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Govts break Internet to stay on in power: Eric Schmidt

The Internet is facing the danger of being Balkanised with governments selectively shutting out people from accessing information they consider counterproductive, Eric Schmidt and Jared Cohen caution.

business Updated: Apr 27, 2013 01:51 IST
Leslie D’Monte
Leslie D’Monte
Eric Schmidt,Jared Cohen,internet

The Internet is among the few things humans have built that they don't really understand, say Google Inc. executive chairman Eric Schmidt and Google Ideas director Jared Cohen in their new book, The New Digital Age, released on April 23.

But the world's largest ungoverned space, the Internet, is also facing the danger of being Balkanised with governments selectively shutting out people from accessing information they consider counterproductive, the authors caution in a telephone interview from New York. Edited excerpts:

Both of you have spoken about the Balkanisation of the Internet, and also forecast that at some time, countries could have visas on the Internet.
Schmidt: Today the Internet is a global connectivity from computer to computer. But we are concerned about a set of threats.

The first is the threat from China that exports technology which allows countries to use very active censorship. Next is Syria, which even shuts down the Internet.

Governments will break the Internet under the guise of protecting their citizens but, in reality, are doing this to keep themselves in power.

Cohen: If what Eric is describing should happen, you can imagine a situation where like-minded states based on religion or shared values band together to tailor the web in collaboration.

You can imagine an autocratic cyber union, an Islamic web and so on. Also, 57% of the world's population is living under autocracies that do not have a technology infrastructure as yet.

If the citizens of these countries want to come online, their governments can build an open or close infrastructure. This will ultimately decide how easy it is to Balkanise the Internet.

In your book, you have shared a perspective about Wikileaks and Julian Assange.
Schmidt: Julian Assange's core argument was that systematic evil has to be written down, and if that is done, it has to be leaked by somebody.

I like that argument. The problem that I had with this argument is who got to make the decision about what to leak.

His answer is: Himself. We try to make that point in the book without trying to endorse the principle of leaking, which is a more complicated thing.

The mechanism that Assange proposes is problematic.

Your thoughts on cyberwars in the new digital world.
Cohen: States will do things to each other in cyberspace that they will never do to each other in the physical world. Take the case of the US and China.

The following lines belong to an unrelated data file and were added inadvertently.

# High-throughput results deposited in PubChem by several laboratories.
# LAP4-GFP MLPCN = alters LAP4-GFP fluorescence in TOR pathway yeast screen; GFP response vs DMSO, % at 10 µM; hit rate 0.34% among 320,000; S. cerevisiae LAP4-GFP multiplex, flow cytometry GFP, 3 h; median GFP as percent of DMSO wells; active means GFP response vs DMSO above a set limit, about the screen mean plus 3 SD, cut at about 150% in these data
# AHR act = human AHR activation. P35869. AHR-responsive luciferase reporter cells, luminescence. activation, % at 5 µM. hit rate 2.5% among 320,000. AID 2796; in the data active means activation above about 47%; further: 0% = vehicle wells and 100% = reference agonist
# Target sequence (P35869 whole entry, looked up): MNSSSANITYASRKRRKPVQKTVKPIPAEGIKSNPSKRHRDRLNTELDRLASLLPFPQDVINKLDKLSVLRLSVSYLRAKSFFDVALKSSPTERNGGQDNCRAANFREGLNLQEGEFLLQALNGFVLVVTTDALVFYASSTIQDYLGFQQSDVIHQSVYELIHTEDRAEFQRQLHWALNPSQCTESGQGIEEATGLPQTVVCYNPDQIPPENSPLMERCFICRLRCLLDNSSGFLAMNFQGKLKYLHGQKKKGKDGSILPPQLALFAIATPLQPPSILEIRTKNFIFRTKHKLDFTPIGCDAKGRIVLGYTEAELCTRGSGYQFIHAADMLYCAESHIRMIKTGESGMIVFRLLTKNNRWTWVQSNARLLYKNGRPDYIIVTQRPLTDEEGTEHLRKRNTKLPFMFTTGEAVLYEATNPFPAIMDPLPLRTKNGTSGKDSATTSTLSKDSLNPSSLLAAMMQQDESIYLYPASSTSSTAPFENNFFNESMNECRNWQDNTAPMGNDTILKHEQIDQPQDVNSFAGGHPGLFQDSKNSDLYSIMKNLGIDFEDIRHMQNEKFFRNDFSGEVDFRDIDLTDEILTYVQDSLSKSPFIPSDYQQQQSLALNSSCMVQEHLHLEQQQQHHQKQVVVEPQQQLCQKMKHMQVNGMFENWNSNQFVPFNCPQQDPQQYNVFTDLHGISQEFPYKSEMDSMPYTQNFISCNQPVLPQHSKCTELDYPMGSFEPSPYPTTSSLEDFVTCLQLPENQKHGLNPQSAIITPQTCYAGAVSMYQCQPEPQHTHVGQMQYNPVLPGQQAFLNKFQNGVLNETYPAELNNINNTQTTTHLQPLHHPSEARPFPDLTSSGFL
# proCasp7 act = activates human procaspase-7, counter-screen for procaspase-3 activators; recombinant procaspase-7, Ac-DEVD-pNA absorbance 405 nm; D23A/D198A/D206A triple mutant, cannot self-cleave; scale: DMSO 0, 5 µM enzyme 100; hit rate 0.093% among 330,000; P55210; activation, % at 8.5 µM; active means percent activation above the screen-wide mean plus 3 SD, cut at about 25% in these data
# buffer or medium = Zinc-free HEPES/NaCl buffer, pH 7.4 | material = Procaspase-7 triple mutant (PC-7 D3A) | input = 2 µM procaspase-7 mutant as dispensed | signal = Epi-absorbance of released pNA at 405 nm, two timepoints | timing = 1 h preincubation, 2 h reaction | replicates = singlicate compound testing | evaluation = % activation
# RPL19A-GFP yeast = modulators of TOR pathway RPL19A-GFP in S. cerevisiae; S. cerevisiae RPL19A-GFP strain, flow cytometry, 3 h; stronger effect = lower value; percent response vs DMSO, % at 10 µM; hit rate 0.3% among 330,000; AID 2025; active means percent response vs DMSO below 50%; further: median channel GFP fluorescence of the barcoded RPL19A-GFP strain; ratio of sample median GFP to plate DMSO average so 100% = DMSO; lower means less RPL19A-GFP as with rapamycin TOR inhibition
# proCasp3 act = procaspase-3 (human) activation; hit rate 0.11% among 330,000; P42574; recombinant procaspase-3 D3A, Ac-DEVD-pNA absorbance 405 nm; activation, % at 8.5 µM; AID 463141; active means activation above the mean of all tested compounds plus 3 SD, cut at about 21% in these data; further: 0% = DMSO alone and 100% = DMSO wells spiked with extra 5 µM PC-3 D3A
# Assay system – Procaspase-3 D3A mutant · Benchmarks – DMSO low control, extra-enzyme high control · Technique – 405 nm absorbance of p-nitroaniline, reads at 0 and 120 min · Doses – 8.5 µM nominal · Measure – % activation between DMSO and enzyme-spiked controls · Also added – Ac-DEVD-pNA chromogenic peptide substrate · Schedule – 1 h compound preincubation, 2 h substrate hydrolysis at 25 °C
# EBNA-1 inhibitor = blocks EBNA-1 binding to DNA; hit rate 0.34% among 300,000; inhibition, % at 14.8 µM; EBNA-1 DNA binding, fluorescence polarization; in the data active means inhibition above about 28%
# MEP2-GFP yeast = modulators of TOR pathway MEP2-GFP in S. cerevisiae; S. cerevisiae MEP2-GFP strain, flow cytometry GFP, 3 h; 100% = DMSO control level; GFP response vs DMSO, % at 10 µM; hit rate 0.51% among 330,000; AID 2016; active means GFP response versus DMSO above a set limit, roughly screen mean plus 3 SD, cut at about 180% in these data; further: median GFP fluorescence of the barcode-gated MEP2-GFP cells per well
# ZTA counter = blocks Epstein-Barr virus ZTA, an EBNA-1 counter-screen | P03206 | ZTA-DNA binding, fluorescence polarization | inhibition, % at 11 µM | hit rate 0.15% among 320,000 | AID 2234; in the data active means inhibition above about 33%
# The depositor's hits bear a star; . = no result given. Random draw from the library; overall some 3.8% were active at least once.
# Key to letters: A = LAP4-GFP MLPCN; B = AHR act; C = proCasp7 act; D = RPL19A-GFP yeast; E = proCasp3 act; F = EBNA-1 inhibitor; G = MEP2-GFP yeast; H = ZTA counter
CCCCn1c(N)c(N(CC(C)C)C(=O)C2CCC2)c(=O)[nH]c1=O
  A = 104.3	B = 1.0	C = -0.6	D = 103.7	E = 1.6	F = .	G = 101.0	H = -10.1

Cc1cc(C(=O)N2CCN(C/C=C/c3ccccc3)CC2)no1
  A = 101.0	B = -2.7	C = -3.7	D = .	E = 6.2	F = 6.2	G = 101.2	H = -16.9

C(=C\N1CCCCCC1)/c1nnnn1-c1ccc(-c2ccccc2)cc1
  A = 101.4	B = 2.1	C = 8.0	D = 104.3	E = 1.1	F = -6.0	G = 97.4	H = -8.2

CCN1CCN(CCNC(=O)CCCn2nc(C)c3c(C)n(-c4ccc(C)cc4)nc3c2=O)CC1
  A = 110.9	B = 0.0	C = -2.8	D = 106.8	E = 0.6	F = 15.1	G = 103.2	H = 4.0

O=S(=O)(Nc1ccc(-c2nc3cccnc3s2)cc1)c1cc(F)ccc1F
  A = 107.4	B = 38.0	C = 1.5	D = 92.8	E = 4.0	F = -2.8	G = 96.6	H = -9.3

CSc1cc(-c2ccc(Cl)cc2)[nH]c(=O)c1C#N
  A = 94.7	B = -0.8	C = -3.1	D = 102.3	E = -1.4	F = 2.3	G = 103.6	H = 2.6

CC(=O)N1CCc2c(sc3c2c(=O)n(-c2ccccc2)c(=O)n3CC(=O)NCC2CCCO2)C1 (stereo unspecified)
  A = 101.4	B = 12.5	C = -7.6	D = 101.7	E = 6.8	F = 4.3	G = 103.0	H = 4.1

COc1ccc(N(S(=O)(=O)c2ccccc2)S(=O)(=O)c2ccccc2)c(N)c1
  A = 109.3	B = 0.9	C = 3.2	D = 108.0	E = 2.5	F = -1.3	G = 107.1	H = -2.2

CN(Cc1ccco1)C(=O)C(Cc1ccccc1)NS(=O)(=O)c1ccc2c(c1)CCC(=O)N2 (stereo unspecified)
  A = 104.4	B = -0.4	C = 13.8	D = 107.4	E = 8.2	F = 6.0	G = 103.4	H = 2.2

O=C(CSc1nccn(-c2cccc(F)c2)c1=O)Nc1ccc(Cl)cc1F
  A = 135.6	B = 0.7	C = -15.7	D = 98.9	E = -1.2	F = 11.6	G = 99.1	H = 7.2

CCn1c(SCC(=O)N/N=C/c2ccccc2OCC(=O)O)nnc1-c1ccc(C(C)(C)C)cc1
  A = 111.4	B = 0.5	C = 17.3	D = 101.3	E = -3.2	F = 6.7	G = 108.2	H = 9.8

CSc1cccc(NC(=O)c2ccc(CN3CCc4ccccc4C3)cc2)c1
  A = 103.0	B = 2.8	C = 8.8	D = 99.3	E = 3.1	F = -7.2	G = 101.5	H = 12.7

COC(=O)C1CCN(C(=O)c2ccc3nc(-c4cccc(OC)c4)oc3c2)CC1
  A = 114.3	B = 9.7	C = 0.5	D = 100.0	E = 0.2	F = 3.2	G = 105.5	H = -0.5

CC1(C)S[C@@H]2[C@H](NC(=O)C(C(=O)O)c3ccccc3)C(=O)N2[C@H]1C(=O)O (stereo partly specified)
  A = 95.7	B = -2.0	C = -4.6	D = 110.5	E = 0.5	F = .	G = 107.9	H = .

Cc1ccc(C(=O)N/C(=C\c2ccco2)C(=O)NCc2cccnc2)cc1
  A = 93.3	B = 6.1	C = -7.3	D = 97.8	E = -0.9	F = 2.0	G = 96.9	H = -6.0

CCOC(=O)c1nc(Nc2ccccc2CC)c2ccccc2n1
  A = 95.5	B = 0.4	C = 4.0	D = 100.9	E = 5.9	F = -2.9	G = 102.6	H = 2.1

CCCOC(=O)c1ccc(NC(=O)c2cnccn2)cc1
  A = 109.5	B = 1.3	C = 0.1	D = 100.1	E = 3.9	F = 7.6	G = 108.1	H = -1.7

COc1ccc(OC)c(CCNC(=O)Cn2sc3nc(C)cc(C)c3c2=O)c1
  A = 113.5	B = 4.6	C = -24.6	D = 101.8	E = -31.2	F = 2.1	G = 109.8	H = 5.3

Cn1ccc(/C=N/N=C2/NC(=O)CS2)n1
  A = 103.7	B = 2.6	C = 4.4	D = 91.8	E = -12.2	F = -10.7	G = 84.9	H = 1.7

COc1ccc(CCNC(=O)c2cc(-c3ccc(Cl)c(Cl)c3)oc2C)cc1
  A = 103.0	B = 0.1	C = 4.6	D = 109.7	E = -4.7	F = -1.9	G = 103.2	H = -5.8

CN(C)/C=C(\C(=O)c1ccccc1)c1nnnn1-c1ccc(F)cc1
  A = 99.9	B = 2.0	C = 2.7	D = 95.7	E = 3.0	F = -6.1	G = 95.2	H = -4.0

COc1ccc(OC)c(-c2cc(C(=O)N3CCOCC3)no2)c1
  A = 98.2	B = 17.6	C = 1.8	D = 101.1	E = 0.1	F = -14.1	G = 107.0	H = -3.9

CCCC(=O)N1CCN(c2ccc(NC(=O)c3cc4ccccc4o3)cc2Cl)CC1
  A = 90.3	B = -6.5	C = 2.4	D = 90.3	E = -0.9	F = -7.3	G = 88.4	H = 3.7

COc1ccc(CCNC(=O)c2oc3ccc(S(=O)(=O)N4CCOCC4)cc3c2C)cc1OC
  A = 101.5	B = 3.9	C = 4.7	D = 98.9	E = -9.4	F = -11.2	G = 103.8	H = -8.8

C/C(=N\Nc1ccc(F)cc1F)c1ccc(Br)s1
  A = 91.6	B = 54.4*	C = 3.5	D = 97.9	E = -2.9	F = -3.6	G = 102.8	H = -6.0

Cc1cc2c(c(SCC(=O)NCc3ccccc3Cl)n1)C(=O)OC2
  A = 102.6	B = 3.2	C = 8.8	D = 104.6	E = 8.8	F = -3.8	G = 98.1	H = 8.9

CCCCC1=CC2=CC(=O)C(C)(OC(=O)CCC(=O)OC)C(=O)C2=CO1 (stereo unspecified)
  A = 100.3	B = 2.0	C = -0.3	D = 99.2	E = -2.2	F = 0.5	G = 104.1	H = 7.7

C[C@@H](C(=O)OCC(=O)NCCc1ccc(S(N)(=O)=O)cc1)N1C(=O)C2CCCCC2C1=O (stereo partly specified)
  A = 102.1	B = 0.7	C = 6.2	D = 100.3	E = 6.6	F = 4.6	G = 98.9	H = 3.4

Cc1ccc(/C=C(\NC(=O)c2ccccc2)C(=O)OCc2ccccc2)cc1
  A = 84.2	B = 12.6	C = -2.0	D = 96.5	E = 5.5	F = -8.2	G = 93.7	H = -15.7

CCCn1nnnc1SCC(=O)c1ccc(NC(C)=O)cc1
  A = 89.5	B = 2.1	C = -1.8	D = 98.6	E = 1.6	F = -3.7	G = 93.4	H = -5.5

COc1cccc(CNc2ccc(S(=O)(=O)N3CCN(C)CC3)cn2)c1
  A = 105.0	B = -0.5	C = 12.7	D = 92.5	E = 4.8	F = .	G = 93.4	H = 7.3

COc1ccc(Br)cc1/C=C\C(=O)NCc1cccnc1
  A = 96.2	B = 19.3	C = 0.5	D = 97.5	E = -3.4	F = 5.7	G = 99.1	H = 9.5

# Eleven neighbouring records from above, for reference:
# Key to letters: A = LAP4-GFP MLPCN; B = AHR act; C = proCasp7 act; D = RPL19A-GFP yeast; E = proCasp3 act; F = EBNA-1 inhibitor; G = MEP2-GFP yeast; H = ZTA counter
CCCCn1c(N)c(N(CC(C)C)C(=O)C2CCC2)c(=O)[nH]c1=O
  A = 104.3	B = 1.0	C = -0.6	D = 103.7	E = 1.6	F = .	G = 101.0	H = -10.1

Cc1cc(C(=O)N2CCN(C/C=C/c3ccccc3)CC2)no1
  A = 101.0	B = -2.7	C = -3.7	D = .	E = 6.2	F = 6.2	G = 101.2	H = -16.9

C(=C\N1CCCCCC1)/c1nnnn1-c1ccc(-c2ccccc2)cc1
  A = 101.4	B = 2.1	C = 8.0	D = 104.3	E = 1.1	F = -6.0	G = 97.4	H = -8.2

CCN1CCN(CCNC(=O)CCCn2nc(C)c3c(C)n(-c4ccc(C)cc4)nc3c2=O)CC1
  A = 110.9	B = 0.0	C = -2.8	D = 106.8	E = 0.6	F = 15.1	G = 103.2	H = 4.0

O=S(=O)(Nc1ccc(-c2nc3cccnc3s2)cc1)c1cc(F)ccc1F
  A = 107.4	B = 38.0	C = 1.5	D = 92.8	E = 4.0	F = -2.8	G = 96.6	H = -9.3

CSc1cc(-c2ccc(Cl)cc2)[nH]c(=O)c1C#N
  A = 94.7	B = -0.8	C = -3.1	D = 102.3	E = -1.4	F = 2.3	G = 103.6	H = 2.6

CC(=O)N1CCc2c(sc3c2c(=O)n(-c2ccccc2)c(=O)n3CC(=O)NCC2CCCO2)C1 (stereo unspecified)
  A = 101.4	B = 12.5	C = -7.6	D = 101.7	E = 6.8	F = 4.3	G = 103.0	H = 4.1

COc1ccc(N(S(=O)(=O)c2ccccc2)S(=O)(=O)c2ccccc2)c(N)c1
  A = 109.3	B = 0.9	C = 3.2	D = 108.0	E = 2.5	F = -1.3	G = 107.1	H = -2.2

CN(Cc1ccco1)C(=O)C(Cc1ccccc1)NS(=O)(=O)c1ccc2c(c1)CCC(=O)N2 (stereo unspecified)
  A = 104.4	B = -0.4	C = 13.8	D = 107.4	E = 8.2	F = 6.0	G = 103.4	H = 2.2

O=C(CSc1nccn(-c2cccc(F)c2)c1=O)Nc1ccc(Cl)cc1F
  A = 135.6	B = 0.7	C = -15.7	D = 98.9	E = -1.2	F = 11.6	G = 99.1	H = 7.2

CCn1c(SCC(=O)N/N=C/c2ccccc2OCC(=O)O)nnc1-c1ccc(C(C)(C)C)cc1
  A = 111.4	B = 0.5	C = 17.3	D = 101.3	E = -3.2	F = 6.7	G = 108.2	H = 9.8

In the physical world, while both have a strained relationship, they are also economic allies. In cyberspace, the relationship is more of an adversary.

You say the virtual world will overtake the real world, but will also complicate it.
Schmidt: One may choose to have different virtual identities for different reasons, akin to having separate phone numbers for office and personal use.

The virtual identities will be fun in countries that are reasonable but in surveillance states, it may become important to have a secret identity as well as a public identity so that you can evade the authoritarian eye of the police online.

We speculated about how valuable these identities are. Fake identities, especially, could be very useful if you're facing a problem.

It will be no different from a fake passport.

What does the new digital age mean for Internet users? How significant are the differences between developed and developing countries?
Schmidt: Developed countries, in our frame of reference, are those with ubiquitous broadband and fast applications while the developing world is still struggling with how to get reasonable amounts of bandwidth over the wireless networks, and is primarily handset-based.

In the developed world, you will see an explosion of applications that use that bandwidth. In the developing world, most people with no access to information will get it because of their phones with browsers.

Cohen: Products will be created by people in developed countries, but it will be people from developing countries who will find innovative uses for these products, since they have learnt to do more with less.

What are the learnings for Google?
Schmidt: Our position is that the world is better with a free and open Internet. We have teams within the company that have worked very hard on legal matters, but at the end of the day, the principle is what we care a lot about.

First Published: Apr 26, 2013 22:48 IST